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Advice to rugby fans in New Zealand
September 1st, 2011 by elisa

As the Rugby World Cup draws closer, the Foreign and Commonwealth Office has issued some tips and a warning to fans flying to New Zealand on how to take care on the country’s roads.

It says twice as many people die on New Zealand’s roads per head of population as in the UK; and as thousands of supporters set off for the start of the tournament on 9th September, the FCO (in collaboration with the Rugby Football Union and Scottish and Welsh Rugby Union) has set out some advice to prepare for their trip.

Minister for consular affairs Jeremy Browne said: “Whether fans are planning on taking part in adrenalin sports or hiring a vehicle for a road trip, I strongly recommend that they check the small print of their travel insurance to ensure they are covered for everything they want to do. And people driving long distances should plan their journey carefully, including regular breaks, to avoid accidents.”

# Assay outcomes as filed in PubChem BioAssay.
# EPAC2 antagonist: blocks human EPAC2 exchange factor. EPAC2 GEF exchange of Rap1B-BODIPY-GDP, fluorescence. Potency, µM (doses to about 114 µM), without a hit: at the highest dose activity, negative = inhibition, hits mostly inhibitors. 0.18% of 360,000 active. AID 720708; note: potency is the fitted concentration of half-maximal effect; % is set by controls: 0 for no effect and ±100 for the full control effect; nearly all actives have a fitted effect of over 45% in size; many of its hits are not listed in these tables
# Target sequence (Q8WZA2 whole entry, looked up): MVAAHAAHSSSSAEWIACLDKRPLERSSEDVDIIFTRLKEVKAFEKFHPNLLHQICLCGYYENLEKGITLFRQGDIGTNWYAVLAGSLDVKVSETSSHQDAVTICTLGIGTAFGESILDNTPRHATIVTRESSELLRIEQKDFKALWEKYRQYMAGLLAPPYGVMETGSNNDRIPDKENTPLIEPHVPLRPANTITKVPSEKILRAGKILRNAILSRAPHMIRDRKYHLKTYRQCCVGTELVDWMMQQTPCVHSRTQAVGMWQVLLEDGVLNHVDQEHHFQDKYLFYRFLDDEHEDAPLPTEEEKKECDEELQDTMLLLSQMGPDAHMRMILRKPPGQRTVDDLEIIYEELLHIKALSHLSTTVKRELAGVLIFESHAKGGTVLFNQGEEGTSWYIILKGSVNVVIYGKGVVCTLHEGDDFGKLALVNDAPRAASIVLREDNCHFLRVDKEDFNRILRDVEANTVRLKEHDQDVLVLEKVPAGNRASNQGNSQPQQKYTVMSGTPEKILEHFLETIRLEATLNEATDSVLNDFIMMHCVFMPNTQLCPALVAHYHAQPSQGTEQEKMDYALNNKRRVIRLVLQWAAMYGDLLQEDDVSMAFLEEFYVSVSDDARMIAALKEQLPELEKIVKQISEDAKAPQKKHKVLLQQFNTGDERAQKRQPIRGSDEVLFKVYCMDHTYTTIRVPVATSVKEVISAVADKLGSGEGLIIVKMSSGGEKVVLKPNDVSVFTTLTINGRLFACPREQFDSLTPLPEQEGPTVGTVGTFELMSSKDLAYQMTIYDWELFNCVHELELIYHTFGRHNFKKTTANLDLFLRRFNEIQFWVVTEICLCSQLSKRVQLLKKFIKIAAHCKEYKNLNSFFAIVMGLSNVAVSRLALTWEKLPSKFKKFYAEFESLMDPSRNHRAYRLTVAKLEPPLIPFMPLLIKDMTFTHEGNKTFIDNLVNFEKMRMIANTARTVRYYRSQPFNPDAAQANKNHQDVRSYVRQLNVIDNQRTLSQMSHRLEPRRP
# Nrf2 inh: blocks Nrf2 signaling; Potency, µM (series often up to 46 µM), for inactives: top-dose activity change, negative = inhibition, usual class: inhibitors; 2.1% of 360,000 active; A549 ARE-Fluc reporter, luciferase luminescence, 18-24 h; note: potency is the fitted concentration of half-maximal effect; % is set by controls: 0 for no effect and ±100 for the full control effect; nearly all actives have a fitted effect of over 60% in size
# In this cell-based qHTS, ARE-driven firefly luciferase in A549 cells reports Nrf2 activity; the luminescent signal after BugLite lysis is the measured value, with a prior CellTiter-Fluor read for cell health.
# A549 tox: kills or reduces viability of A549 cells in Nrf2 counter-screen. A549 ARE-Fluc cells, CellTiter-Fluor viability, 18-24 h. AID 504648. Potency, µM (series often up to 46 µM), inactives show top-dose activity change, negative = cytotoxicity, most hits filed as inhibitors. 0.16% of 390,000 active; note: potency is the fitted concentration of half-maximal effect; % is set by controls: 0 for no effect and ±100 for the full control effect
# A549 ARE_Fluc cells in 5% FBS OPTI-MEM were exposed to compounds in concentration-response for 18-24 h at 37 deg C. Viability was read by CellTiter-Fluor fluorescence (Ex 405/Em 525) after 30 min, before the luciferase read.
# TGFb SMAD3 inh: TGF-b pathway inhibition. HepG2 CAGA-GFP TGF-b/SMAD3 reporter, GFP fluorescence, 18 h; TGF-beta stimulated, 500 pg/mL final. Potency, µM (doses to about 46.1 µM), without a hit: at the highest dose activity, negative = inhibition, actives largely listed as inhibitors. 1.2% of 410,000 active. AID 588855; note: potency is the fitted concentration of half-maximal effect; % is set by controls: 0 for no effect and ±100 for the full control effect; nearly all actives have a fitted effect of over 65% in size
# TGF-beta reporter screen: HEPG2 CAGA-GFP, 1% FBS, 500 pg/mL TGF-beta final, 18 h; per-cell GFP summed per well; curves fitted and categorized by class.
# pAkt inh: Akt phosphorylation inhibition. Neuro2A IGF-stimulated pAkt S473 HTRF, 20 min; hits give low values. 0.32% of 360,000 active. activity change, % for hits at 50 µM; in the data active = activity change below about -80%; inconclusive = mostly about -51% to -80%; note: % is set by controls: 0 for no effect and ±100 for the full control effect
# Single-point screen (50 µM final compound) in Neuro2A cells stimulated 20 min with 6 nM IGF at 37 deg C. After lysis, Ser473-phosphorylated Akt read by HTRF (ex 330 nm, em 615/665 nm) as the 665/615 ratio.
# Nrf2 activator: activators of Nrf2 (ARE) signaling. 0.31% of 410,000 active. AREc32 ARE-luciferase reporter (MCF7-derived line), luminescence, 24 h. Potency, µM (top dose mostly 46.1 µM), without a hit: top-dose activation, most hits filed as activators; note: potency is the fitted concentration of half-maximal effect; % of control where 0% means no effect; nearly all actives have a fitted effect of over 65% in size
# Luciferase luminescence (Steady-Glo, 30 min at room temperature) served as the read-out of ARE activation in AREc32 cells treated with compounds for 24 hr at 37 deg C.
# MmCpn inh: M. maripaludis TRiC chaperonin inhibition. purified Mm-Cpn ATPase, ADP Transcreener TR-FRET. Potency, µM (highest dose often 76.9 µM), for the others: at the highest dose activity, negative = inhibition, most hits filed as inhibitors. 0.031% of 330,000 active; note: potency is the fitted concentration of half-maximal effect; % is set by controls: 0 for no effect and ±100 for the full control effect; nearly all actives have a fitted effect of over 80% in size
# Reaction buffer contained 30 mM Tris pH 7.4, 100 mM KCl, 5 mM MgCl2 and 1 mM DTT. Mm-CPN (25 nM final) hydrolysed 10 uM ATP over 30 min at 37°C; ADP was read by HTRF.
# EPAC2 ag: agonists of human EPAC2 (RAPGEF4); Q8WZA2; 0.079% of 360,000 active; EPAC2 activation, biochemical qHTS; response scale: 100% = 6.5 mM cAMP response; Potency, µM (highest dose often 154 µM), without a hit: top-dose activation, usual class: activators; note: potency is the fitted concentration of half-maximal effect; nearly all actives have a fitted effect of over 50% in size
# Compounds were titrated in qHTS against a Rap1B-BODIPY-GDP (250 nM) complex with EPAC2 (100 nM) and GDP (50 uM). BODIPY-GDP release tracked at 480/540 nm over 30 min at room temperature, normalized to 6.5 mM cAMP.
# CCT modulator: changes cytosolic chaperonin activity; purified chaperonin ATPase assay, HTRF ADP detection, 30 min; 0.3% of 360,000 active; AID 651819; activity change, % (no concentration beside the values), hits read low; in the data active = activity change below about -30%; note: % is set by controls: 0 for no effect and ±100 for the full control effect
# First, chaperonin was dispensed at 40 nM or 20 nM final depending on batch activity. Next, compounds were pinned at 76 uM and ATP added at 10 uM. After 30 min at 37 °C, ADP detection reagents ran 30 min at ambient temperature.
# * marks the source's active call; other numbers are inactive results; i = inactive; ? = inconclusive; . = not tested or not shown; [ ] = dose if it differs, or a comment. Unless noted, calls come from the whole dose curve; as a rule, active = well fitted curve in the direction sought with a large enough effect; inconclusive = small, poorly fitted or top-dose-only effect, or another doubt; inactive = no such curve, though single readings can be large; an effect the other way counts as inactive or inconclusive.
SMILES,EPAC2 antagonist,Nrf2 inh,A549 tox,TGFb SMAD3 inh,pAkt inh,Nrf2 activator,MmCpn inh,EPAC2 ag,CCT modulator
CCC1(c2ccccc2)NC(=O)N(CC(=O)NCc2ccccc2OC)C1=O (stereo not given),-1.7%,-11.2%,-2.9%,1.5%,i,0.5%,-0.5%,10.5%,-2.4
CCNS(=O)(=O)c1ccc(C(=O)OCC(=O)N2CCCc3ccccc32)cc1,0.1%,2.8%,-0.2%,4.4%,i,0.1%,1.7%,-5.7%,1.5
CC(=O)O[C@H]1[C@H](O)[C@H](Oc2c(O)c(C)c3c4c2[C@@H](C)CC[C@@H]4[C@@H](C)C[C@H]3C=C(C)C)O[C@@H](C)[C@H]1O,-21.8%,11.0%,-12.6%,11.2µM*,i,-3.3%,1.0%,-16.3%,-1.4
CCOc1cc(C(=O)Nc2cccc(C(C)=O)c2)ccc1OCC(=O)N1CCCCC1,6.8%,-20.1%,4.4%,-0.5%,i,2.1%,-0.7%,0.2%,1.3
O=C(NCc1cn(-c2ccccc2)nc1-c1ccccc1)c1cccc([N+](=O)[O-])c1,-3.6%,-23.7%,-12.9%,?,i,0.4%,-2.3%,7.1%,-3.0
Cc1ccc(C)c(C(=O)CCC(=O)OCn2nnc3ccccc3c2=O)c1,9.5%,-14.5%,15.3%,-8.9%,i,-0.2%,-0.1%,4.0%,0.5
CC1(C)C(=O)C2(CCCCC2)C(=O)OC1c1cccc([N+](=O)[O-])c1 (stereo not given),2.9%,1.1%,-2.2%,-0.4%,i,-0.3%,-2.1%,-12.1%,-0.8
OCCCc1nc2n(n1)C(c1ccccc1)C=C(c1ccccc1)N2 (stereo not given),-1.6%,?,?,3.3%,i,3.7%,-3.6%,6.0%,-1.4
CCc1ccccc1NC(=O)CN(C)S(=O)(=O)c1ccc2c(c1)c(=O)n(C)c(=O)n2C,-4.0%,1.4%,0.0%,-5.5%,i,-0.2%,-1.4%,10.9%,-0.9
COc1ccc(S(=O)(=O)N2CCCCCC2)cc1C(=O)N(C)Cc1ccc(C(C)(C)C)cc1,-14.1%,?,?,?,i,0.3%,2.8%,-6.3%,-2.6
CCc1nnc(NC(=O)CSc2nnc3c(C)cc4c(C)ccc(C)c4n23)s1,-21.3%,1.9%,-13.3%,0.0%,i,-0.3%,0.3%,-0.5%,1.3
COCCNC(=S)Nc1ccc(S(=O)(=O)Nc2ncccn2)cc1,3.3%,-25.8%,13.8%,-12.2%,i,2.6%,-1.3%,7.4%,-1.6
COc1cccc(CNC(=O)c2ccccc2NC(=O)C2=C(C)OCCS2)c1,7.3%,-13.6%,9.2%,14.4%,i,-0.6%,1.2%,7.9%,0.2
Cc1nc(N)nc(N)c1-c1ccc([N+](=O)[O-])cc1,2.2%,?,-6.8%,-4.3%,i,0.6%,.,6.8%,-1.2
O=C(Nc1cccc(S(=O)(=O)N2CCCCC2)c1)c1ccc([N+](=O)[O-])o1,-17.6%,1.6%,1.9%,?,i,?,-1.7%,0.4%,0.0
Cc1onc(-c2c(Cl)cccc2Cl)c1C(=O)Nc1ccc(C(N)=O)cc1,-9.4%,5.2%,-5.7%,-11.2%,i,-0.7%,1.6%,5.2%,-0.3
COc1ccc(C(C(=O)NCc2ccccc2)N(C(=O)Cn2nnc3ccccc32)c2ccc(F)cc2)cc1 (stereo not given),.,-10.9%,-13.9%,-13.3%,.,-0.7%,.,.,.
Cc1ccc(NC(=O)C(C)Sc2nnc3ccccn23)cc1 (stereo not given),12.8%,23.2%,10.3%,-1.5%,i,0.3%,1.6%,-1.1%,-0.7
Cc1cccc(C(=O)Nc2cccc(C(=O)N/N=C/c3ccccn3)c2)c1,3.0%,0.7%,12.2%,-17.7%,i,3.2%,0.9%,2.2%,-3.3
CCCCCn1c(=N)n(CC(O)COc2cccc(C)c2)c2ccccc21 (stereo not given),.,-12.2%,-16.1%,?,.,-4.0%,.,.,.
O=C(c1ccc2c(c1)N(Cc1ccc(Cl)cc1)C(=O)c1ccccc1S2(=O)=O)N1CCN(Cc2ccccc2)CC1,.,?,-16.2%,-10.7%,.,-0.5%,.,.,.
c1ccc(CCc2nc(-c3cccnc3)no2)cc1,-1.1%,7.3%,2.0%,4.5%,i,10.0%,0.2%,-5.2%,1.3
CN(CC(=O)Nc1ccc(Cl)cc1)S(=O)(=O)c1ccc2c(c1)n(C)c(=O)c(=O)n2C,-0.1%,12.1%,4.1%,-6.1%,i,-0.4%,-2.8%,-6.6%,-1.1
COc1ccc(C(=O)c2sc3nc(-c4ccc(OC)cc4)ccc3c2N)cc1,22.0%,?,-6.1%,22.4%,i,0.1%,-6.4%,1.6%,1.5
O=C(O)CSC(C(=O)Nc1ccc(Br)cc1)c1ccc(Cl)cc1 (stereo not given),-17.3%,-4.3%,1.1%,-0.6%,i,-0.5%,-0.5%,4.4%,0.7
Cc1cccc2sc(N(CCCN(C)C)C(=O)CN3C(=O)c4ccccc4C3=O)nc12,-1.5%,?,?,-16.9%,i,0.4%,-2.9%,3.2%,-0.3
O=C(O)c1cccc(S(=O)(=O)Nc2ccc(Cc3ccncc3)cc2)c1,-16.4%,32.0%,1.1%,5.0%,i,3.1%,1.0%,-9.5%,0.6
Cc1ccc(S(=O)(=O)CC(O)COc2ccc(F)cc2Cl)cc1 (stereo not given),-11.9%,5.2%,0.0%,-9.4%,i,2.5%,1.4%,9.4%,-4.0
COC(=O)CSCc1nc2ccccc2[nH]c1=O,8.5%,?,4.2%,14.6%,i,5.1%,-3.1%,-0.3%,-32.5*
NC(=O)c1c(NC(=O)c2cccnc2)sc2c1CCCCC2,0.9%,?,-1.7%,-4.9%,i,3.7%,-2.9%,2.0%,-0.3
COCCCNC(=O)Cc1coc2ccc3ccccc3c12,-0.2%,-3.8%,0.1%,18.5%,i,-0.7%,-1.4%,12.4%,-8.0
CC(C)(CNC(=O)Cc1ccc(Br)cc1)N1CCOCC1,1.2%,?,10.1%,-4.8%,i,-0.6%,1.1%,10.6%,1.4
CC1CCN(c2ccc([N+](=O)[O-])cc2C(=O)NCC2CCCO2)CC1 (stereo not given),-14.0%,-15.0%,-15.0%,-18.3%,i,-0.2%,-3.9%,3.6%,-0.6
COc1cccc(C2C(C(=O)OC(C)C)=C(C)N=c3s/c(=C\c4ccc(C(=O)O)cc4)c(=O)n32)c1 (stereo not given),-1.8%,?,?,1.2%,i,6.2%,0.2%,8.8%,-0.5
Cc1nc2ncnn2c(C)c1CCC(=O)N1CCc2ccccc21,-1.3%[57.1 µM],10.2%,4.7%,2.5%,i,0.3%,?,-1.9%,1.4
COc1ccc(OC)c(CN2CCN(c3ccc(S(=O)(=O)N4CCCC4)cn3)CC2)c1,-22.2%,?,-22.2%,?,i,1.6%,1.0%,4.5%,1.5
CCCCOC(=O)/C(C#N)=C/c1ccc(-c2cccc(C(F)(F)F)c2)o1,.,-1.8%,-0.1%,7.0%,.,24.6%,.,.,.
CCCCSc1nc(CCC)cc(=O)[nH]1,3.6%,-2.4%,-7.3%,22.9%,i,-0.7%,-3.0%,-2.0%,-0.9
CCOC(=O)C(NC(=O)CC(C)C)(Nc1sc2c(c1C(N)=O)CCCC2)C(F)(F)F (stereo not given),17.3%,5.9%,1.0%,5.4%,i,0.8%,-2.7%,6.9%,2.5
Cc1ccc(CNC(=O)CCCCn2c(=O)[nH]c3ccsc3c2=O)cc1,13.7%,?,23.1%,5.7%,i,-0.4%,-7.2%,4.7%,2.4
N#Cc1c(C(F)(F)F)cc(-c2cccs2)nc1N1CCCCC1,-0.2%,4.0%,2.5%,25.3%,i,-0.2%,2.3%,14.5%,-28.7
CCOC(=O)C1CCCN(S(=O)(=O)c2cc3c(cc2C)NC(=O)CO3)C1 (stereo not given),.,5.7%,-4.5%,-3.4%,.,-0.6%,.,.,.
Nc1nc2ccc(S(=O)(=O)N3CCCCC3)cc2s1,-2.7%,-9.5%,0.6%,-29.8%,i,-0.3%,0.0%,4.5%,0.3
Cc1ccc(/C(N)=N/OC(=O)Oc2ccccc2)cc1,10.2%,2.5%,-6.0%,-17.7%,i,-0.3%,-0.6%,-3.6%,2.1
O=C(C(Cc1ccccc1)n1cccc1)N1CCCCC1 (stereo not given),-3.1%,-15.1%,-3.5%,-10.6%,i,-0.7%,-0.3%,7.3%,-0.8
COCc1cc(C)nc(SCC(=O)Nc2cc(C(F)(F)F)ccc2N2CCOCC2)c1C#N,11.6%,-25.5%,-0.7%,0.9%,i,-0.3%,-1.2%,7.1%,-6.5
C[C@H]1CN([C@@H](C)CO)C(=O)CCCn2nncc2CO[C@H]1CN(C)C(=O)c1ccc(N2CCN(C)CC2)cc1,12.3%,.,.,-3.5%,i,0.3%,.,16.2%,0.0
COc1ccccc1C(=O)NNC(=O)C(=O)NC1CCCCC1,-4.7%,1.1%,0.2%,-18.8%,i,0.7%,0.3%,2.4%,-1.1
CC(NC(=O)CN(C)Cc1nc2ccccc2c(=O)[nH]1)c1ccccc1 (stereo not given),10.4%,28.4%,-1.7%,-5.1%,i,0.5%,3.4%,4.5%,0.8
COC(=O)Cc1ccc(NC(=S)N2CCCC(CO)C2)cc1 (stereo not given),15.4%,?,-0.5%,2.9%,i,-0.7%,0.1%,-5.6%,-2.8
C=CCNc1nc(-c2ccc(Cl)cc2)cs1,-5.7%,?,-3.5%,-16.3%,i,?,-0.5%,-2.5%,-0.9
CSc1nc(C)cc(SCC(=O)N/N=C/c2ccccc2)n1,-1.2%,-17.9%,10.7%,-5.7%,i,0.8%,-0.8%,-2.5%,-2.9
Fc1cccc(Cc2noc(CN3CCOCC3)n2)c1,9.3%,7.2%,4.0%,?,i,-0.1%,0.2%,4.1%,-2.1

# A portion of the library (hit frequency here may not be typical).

Welsh rugby coach Warren Gatland, who is from New Zealand, said: “As always, Wales will have strong support in the stands, particularly in Wellington for our first match. Let’s hope that the fans enjoy their time here and go home with great memories of rugby rather than huge medical bills.

“New Zealand is a beautiful but vast country – it’s really easy to underestimate how long journeys can take so I’d encourage people to allow plenty of time to get to matches so you don’t miss a minute of the rugby or take risks on the roads!”

The Foreign Office has a dedicated Rugby World Cup advice page which details match dates, locations and travel tips, including driving tips such as:

  • Prepare for long distances between service stations in rural areas.
  • Take care when driving at night: there is little street lighting outside of towns. Also look out for livestock wandering onto roads
  • Do not drink alcohol before driving in New Zealand, drinking and driving laws are strictly enforced.
  • Amber traffic lights mean STOP in New Zealand and the right of way rules are different from other countries. Read a copy of the Road Code before driving.
  • Check with your insurance company that you’re fully covered to drive abroad including breakdown recovery and any medical expenses resulting from an accident.
  • You can send updates about your location and travel movements via your mobile in NZ by texting 7233 (SAFE). These details are kept on a central database which can be accessed by NZ Police if necessary.
  • Listen to the games on the move! Radio Sport will be the official broadcaster of the Rugby World Cup – for local frequency check the website.

 

 


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